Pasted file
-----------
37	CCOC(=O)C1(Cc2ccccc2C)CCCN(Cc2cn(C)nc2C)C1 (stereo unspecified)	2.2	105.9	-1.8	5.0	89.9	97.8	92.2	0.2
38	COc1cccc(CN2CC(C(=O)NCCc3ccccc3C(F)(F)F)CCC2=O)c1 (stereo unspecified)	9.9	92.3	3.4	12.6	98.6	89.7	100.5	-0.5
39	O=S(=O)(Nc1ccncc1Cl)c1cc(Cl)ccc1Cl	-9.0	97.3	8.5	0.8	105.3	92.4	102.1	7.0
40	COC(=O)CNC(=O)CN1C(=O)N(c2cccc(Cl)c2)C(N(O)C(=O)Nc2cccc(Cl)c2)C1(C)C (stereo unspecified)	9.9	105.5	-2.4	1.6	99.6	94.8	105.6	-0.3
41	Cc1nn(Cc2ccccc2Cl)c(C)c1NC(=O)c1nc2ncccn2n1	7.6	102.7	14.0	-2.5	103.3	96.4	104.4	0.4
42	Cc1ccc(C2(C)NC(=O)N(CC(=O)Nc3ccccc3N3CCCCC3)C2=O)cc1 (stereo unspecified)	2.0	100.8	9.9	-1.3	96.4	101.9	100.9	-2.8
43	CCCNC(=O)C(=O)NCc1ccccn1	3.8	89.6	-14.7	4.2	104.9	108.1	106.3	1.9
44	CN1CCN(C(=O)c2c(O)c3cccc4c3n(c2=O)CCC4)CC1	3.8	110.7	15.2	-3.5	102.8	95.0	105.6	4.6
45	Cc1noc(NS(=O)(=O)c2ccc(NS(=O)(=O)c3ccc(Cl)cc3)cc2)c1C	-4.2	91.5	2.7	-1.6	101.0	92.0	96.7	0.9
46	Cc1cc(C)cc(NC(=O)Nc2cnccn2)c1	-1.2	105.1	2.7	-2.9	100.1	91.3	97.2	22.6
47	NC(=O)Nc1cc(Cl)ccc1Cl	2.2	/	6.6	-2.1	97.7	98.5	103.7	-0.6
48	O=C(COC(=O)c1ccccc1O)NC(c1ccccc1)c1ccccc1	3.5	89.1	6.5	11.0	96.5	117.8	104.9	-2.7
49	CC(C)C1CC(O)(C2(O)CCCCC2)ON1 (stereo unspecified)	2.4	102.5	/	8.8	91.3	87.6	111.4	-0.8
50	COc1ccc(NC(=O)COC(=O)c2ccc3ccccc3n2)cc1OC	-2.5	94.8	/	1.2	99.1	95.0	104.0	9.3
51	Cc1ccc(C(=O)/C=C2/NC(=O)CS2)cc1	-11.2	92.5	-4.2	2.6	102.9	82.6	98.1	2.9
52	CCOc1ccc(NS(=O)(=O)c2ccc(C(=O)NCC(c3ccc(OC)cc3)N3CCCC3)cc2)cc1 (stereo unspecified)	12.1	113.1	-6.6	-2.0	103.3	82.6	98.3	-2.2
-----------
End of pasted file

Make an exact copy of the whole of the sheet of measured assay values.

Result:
37	CCOC(=O)C1(Cc2ccccc2C)CCCN(Cc2cn(C)nc2C)C1 (stereo unspecified)	2.2	105.9	-1.8	5.0	89.9	97.8	92.2	0.2
38	COc1cccc(CN2CC(C(=O)NCCc3ccccc3C(F)(F)F)CCC2=O)c1 (stereo unspecified)	9.9	92.3	3.4	12.6	98.6	89.7	100.5	-0.5
39	O=S(=O)(Nc1ccncc1Cl)c1cc(Cl)ccc1Cl	-9.0	97.3	8.5	0.8	105.3	92.4	102.1	7.0
40	COC(=O)CNC(=O)CN1C(=O)N(c2cccc(Cl)c2)C(N(O)C(=O)Nc2cccc(Cl)c2)C1(C)C (stereo unspecified)	9.9	105.5	-2.4	1.6	99.6	94.8	105.6	-0.3
41	Cc1nn(Cc2ccccc2Cl)c(C)c1NC(=O)c1nc2ncccn2n1	7.6	102.7	14.0	-2.5	103.3	96.4	104.4	0.4
42	Cc1ccc(C2(C)NC(=O)N(CC(=O)Nc3ccccc3N3CCCCC3)C2=O)cc1 (stereo unspecified)	2.0	100.8	9.9	-1.3	96.4	101.9	100.9	-2.8
43	CCCNC(=O)C(=O)NCc1ccccn1	3.8	89.6	-14.7	4.2	104.9	108.1	106.3	1.9
44	CN1CCN(C(=O)c2c(O)c3cccc4c3n(c2=O)CCC4)CC1	3.8	110.7	15.2	-3.5	102.8	95.0	105.6	4.6
45	Cc1noc(NS(=O)(=O)c2ccc(NS(=O)(=O)c3ccc(Cl)cc3)cc2)c1C	-4.2	91.5	2.7	-1.6	101.0	92.0	96.7	0.9
46	Cc1cc(C)cc(NC(=O)Nc2cnccn2)c1	-1.2	105.1	2.7	-2.9	100.1	91.3	97.2	22.6
47	NC(=O)Nc1cc(Cl)ccc1Cl	2.2	/	6.6	-2.1	97.7	98.5	103.7	-0.6
48	O=C(COC(=O)c1ccccc1O)NC(c1ccccc1)c1ccccc1	3.5	89.1	6.5	11.0	96.5	117.8	104.9	-2.7
49	CC(C)C1CC(O)(C2(O)CCCCC2)ON1 (stereo unspecified)	2.4	102.5	/	8.8	91.3	87.6	111.4	-0.8
50	COc1ccc(NC(=O)COC(=O)c2ccc3ccccc3n2)cc1OC	-2.5	94.8	/	1.2	99.1	95.0	104.0	9.3
51	Cc1ccc(C(=O)/C=C2/NC(=O)CS2)cc1	-11.2	92.5	-4.2	2.6	102.9	82.6	98.1	2.9
52	CCOc1ccc(NS(=O)(=O)c2ccc(C(=O)NCC(c3ccc(OC)cc3)N3CCCC3)cc2)cc1 (stereo unspecified)	12.1	113.1	-6.6	-2.0	103.3	82.6	98.3	-2.2